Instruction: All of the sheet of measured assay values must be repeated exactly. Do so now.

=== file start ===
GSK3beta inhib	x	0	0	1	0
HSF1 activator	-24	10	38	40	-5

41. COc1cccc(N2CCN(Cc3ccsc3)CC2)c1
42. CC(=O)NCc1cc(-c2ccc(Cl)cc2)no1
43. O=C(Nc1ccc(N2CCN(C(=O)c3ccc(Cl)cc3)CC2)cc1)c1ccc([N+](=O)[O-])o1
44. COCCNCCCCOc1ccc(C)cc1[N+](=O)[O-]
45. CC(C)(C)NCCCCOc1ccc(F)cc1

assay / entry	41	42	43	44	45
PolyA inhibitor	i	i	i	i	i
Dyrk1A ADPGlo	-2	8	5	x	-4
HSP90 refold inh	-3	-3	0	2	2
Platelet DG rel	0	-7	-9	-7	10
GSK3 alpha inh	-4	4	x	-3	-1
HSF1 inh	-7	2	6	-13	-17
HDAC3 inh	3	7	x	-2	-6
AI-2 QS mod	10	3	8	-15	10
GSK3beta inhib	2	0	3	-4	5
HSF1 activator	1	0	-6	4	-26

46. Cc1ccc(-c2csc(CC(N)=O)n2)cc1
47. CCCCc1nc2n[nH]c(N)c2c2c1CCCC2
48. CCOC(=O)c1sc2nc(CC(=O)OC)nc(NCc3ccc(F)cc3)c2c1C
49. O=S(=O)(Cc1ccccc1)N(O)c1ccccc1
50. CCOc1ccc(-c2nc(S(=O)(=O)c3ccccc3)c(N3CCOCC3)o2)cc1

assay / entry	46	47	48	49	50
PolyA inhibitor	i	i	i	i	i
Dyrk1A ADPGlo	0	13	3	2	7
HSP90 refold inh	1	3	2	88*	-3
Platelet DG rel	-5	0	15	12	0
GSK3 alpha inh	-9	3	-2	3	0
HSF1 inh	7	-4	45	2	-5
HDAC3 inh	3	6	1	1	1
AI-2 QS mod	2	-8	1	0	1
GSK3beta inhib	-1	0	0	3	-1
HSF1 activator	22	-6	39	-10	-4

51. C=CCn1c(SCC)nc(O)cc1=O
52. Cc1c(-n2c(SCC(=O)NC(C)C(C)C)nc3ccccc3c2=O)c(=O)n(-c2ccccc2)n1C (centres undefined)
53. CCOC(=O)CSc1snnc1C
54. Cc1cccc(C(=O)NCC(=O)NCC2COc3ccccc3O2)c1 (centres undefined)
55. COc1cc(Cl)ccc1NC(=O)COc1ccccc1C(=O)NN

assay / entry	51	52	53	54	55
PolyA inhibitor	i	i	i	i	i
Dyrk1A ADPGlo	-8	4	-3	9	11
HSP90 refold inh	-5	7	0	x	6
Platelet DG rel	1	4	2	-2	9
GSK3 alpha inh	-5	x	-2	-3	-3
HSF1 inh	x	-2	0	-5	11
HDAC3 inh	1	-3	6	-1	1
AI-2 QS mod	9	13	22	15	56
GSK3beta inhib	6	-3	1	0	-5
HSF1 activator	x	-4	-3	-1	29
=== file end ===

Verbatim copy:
GSK3beta inhib	x	0	0	1	0
HSF1 activator	-24	10	38	40	-5

41. COc1cccc(N2CCN(Cc3ccsc3)CC2)c1
42. CC(=O)NCc1cc(-c2ccc(Cl)cc2)no1
43. O=C(Nc1ccc(N2CCN(C(=O)c3ccc(Cl)cc3)CC2)cc1)c1ccc([N+](=O)[O-])o1
44. COCCNCCCCOc1ccc(C)cc1[N+](=O)[O-]
45. CC(C)(C)NCCCCOc1ccc(F)cc1

assay / entry	41	42	43	44	45
PolyA inhibitor	i	i	i	i	i
Dyrk1A ADPGlo	-2	8	5	x	-4
HSP90 refold inh	-3	-3	0	2	2
Platelet DG rel	0	-7	-9	-7	10
GSK3 alpha inh	-4	4	x	-3	-1
HSF1 inh	-7	2	6	-13	-17
HDAC3 inh	3	7	x	-2	-6
AI-2 QS mod	10	3	8	-15	10
GSK3beta inhib	2	0	3	-4	5
HSF1 activator	1	0	-6	4	-26

46. Cc1ccc(-c2csc(CC(N)=O)n2)cc1
47. CCCCc1nc2n[nH]c(N)c2c2c1CCCC2
48. CCOC(=O)c1sc2nc(CC(=O)OC)nc(NCc3ccc(F)cc3)c2c1C
49. O=S(=O)(Cc1ccccc1)N(O)c1ccccc1
50. CCOc1ccc(-c2nc(S(=O)(=O)c3ccccc3)c(N3CCOCC3)o2)cc1

assay / entry	46	47	48	49	50
PolyA inhibitor	i	i	i	i	i
Dyrk1A ADPGlo	0	13	3	2	7
HSP90 refold inh	1	3	2	88*	-3
Platelet DG rel	-5	0	15	12	0
GSK3 alpha inh	-9	3	-2	3	0
HSF1 inh	7	-4	45	2	-5
HDAC3 inh	3	6	1	1	1
AI-2 QS mod	2	-8	1	0	1
GSK3beta inhib	-1	0	0	3	-1
HSF1 activator	22	-6	39	-10	-4

51. C=CCn1c(SCC)nc(O)cc1=O
52. Cc1c(-n2c(SCC(=O)NC(C)C(C)C)nc3ccccc3c2=O)c(=O)n(-c2ccccc2)n1C (centres undefined)
53. CCOC(=O)CSc1snnc1C
54. Cc1cccc(C(=O)NCC(=O)NCC2COc3ccccc3O2)c1 (centres undefined)
55. COc1cc(Cl)ccc1NC(=O)COc1ccccc1C(=O)NN

assay / entry	51	52	53	54	55
PolyA inhibitor	i	i	i	i	i
Dyrk1A ADPGlo	-8	4	-3	9	11
HSP90 refold inh	-5	7	0	x	6
Platelet DG rel	1	4	2	-2	9
GSK3 alpha inh	-5	x	-2	-3	-3
HSF1 inh	x	-2	0	-5	11
HDAC3 inh	1	-3	6	-1	1
AI-2 QS mod	9	13	22	15	56
GSK3beta inhib	6	-3	1	0	-5
HSF1 activator	x	-4	-3	-1	29